Theres the pollutants no on3 addresses and dumping into our own homes. Fl6 ash, high in mteta.# a crap is utilized by concrete. Companies an$ we pay dumping free material, often hign in Mg and subjec5 to spalling. Once again ignoran5 consumers pay for poison.Chalo wrote: ↑Dec 24, 2017 1:33 amRqegarding the 200-300 km^2 of solar installation to replace one 4000MW coal plant:
Everybody wants the lights to come on and the air conditioning to work, but nobody wants to live near a coal plant or eat things that are grown nearby. I dare say that solar installations don't have that kind of repellent zone around them.
You are seeing frequency support or perhaps voltage support.Hillhater wrote: ↑Dec 23, 2017 10:22 pmThis continues to puzzel me as to what is going on.
Continuous spurts of 30MW in random, frequent ( almost continuous) patterns , wit only short breaks of a few hours to charge again ?
If its testing , its a very odd method,....
If its grid demand initiated, Even more strange ?
Anybody care to suggest possible explanations ?
They were likely running their baseload plants further from maximum power so they had more margin.
It goes without saying that its all about real world generation statistics. I chose two REAL power-station projects, a nuclear power-station and a real solar-farm. If we are going to talk about stuff, in theory, why not quote the power of a man-made artificial star via a fusion reactor like Sendler just mentioned? Or even the Bill Gates Terrapower nuclear reactor at least its based on proven fission and safer, as well as using nuclear waste as fuel and only needs to be refueled every 60 years and Bill Gates promises will be cheaper than coal power-station generation.Punx0r wrote: ↑Dec 22, 2017 2:41 pm"Thebeastie", do you have a reading comprehension problem? Or do you just ignore when someone replies to your posts? It seems you just copy & paste a load of bumpf from some other website, because you posted this a few days ago:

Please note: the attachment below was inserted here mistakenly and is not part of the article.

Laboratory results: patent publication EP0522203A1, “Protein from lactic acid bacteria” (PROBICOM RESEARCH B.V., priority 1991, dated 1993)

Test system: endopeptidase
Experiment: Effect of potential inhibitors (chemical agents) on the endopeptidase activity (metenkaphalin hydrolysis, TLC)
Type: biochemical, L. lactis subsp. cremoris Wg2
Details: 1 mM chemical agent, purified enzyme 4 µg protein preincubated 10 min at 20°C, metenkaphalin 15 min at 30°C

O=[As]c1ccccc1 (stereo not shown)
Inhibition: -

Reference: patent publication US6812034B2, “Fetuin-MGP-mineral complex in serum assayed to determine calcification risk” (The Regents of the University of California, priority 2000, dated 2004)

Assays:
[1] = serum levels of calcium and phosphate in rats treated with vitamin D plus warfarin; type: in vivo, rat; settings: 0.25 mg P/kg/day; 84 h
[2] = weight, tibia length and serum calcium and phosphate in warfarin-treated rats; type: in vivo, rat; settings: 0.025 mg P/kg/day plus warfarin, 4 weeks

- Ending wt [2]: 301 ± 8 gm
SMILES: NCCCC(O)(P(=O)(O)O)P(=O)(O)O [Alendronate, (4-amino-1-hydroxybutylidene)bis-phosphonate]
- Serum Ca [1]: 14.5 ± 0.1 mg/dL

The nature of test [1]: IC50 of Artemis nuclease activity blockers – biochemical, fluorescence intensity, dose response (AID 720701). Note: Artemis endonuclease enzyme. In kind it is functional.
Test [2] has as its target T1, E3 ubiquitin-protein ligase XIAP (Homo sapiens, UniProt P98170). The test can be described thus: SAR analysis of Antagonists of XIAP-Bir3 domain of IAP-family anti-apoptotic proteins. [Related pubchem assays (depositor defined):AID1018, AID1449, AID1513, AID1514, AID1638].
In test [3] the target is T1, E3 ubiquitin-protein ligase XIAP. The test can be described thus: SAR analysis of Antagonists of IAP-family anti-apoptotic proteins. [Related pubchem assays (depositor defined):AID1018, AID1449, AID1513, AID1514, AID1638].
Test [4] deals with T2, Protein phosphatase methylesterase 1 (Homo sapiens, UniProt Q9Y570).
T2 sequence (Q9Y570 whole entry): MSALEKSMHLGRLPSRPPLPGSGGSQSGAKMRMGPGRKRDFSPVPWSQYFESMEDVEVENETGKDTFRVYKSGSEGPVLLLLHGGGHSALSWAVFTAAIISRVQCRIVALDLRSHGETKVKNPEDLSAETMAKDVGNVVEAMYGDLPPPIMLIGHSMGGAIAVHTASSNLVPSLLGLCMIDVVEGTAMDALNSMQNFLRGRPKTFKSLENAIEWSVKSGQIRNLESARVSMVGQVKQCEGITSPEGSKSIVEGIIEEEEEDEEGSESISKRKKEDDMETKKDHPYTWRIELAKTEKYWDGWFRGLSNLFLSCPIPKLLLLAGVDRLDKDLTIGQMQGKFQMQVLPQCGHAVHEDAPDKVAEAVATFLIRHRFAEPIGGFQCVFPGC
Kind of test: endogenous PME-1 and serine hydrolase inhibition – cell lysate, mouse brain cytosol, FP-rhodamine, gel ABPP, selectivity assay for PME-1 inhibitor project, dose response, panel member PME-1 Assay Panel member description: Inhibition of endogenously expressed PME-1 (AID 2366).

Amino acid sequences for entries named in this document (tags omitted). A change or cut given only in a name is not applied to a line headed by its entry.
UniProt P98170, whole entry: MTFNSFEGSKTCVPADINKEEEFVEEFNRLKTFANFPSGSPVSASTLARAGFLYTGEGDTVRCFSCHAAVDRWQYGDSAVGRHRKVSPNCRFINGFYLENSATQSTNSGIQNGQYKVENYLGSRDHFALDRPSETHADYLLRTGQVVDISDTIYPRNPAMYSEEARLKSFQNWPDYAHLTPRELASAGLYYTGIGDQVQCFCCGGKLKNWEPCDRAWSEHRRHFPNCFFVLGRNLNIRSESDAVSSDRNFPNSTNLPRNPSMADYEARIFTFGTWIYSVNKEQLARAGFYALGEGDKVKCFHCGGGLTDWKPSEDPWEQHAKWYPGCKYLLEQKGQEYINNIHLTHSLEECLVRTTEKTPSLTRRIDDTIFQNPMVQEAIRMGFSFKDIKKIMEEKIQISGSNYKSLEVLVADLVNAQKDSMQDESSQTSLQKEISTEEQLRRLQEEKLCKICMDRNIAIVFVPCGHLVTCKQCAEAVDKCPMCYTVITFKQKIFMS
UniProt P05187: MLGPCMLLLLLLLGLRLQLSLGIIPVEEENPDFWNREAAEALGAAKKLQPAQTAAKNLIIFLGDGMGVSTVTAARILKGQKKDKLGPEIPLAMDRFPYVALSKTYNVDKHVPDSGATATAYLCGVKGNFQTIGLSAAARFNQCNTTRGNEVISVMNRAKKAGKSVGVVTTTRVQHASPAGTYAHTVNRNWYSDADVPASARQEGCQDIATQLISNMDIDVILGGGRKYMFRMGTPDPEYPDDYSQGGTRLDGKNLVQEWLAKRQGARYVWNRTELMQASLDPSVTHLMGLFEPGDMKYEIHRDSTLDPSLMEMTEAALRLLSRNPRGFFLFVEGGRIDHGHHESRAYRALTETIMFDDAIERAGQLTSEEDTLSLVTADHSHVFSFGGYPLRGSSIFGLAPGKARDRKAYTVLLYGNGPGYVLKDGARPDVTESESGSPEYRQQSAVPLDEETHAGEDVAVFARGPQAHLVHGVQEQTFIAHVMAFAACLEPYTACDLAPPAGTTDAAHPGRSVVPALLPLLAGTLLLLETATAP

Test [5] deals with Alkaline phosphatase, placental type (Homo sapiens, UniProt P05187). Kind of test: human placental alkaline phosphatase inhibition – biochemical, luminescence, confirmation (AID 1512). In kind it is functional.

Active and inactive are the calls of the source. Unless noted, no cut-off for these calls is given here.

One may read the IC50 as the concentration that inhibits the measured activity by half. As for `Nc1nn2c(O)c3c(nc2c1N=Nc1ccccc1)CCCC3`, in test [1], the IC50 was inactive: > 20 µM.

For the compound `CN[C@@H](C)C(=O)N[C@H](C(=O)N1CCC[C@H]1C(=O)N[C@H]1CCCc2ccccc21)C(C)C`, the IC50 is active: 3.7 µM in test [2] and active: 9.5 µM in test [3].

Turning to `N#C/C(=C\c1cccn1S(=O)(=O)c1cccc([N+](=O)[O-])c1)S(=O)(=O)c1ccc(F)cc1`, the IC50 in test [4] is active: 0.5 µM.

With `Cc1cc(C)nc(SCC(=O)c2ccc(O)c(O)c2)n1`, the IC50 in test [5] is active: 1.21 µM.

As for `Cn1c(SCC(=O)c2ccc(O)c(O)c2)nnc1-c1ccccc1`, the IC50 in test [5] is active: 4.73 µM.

Jil wrote: ↑Dec 18, 2017 5:01 amSorry to come again but please stop using old data for solar energy.TheBeastie wrote: ↑Dec 01, 2017 2:41 amTopaz Solar Farm ( https://en.wikipedia.org/wiki/Topaz_Solar_Farm ) in the desert of the USA. 25km2 sized. 2016 generation: 1,265,805MWh (great year 2016, 2017 looks to be a lot lower)
Average power 144MW = (1,265,805MWhours / 8760_hours_in_a_year)
Average coal or nuclear power station: average output 3927MW = (34,402,000MWh / 8760)
https://en.wikipedia.org/wiki/Paluel_Nu ... ower_Plant
3927MW / 144MW = 27 times more power.
25km2 x 27 = 675km2 of land covered in solar panels to generate the same average power (if you have a super huge battery as well, that will require a lot of land and a lot of energy to dispose of once used)
The ratio easily achievable today is 1 MWp/ha for solar fixed tilt, and 0.5 MWp/ha for single-axis trackers (the technology mainly used in countries with high irradiation).
In the first case, with average irradiation you can count on 1500 MWh/MWp/year of energy produced, in the second case (trackers) 2000 MWh/MWp/year. With 99.5% availability. For nuclear and coal plants, it's more around 90%.
So it makes for fixed-tilt 150 GWh/km2/year, and for trackers 100 GWh/km2/year, for average sites (for Nevada with high irradiation it will be more).
If you compare to a nuclear or coal plant of 4000 MW with 90% availability, the equivalent production of 31,500 GWh will require between 200 and 300 km2 of land (and probably 50% less for Nevada). Not 675. By the way what surface of land does require a 4000 MW plant for coal mining ?
As you can see, your claim about land area required for PV was debunked. So, what did you post next?
Yep, just repeated the exact same thing again. It's like anything that doesn't support your existing, denialist beliefs is simply ignored. Or are you just trolling?
Those that can must focus to elevate from the norm with a system view to offer guidance as we plan ahead for the biggest change humankind has ever had to endure. The end of fossil fuel.